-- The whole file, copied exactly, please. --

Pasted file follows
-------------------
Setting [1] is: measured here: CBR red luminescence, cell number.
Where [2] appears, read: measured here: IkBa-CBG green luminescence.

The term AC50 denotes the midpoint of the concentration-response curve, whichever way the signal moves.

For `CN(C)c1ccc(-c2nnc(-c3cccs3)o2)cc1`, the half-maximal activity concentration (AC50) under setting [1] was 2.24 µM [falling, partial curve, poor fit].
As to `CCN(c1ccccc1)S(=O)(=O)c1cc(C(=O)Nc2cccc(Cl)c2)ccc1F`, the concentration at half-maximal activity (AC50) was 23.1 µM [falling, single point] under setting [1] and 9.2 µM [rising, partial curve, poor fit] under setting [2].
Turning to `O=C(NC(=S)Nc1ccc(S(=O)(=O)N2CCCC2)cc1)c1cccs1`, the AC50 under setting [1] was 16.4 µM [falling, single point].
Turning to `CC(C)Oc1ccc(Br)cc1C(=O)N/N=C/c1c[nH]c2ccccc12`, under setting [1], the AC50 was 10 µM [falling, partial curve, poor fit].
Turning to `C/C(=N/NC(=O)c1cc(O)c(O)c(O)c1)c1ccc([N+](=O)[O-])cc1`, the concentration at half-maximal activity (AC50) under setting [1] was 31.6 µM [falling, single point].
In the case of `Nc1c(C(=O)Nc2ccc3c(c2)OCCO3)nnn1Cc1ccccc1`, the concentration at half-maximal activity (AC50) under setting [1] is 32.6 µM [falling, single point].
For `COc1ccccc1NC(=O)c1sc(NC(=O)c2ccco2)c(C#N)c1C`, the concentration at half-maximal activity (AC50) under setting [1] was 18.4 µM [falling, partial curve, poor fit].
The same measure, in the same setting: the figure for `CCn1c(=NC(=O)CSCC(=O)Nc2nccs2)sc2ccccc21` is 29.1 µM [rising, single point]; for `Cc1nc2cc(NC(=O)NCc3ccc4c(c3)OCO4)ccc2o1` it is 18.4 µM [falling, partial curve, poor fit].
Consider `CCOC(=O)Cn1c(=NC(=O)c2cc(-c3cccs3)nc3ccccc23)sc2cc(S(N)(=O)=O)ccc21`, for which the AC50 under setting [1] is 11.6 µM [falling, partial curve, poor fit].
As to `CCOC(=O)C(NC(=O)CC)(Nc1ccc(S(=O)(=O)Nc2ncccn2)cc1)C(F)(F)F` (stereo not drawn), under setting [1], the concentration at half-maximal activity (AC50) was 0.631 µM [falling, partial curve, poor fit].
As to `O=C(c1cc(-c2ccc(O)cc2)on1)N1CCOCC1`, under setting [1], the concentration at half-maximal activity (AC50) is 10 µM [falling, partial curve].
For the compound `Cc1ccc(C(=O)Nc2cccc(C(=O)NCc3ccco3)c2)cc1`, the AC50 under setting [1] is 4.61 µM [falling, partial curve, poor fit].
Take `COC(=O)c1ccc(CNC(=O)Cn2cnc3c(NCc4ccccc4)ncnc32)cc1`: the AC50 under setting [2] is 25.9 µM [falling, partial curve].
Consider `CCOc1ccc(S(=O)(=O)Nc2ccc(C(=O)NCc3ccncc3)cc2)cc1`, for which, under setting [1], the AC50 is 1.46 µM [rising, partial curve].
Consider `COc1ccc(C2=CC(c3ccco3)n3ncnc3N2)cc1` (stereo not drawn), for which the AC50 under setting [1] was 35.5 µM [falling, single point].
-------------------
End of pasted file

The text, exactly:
Setting [1] is: measured here: CBR red luminescence, cell number.
Where [2] appears, read: measured here: IkBa-CBG green luminescence.

The term AC50 denotes the midpoint of the concentration-response curve, whichever way the signal moves.

For `CN(C)c1ccc(-c2nnc(-c3cccs3)o2)cc1`, the half-maximal activity concentration (AC50) under setting [1] was 2.24 µM [falling, partial curve, poor fit].
As to `CCN(c1ccccc1)S(=O)(=O)c1cc(C(=O)Nc2cccc(Cl)c2)ccc1F`, the concentration at half-maximal activity (AC50) was 23.1 µM [falling, single point] under setting [1] and 9.2 µM [rising, partial curve, poor fit] under setting [2].
Turning to `O=C(NC(=S)Nc1ccc(S(=O)(=O)N2CCCC2)cc1)c1cccs1`, the AC50 under setting [1] was 16.4 µM [falling, single point].
Turning to `CC(C)Oc1ccc(Br)cc1C(=O)N/N=C/c1c[nH]c2ccccc12`, under setting [1], the AC50 was 10 µM [falling, partial curve, poor fit].
Turning to `C/C(=N/NC(=O)c1cc(O)c(O)c(O)c1)c1ccc([N+](=O)[O-])cc1`, the concentration at half-maximal activity (AC50) under setting [1] was 31.6 µM [falling, single point].
In the case of `Nc1c(C(=O)Nc2ccc3c(c2)OCCO3)nnn1Cc1ccccc1`, the concentration at half-maximal activity (AC50) under setting [1] is 32.6 µM [falling, single point].
For `COc1ccccc1NC(=O)c1sc(NC(=O)c2ccco2)c(C#N)c1C`, the concentration at half-maximal activity (AC50) under setting [1] was 18.4 µM [falling, partial curve, poor fit].
The same measure, in the same setting: the figure for `CCn1c(=NC(=O)CSCC(=O)Nc2nccs2)sc2ccccc21` is 29.1 µM [rising, single point]; for `Cc1nc2cc(NC(=O)NCc3ccc4c(c3)OCO4)ccc2o1` it is 18.4 µM [falling, partial curve, poor fit].
Consider `CCOC(=O)Cn1c(=NC(=O)c2cc(-c3cccs3)nc3ccccc23)sc2cc(S(N)(=O)=O)ccc21`, for which the AC50 under setting [1] is 11.6 µM [falling, partial curve, poor fit].
As to `CCOC(=O)C(NC(=O)CC)(Nc1ccc(S(=O)(=O)Nc2ncccn2)cc1)C(F)(F)F` (stereo not drawn), under setting [1], the concentration at half-maximal activity (AC50) was 0.631 µM [falling, partial curve, poor fit].
As to `O=C(c1cc(-c2ccc(O)cc2)on1)N1CCOCC1`, under setting [1], the concentration at half-maximal activity (AC50) is 10 µM [falling, partial curve].
For the compound `Cc1ccc(C(=O)Nc2cccc(C(=O)NCc3ccco3)c2)cc1`, the AC50 under setting [1] is 4.61 µM [falling, partial curve, poor fit].
Take `COC(=O)c1ccc(CNC(=O)Cn2cnc3c(NCc4ccccc4)ncnc32)cc1`: the AC50 under setting [2] is 25.9 µM [falling, partial curve].
Consider `CCOc1ccc(S(=O)(=O)Nc2ccc(C(=O)NCc3ccncc3)cc2)cc1`, for which, under setting [1], the AC50 is 1.46 µM [rising, partial curve].
Consider `COc1ccc(C2=CC(c3ccco3)n3ncnc3N2)cc1` (stereo not drawn), for which the AC50 under setting [1] was 35.5 µM [falling, single point].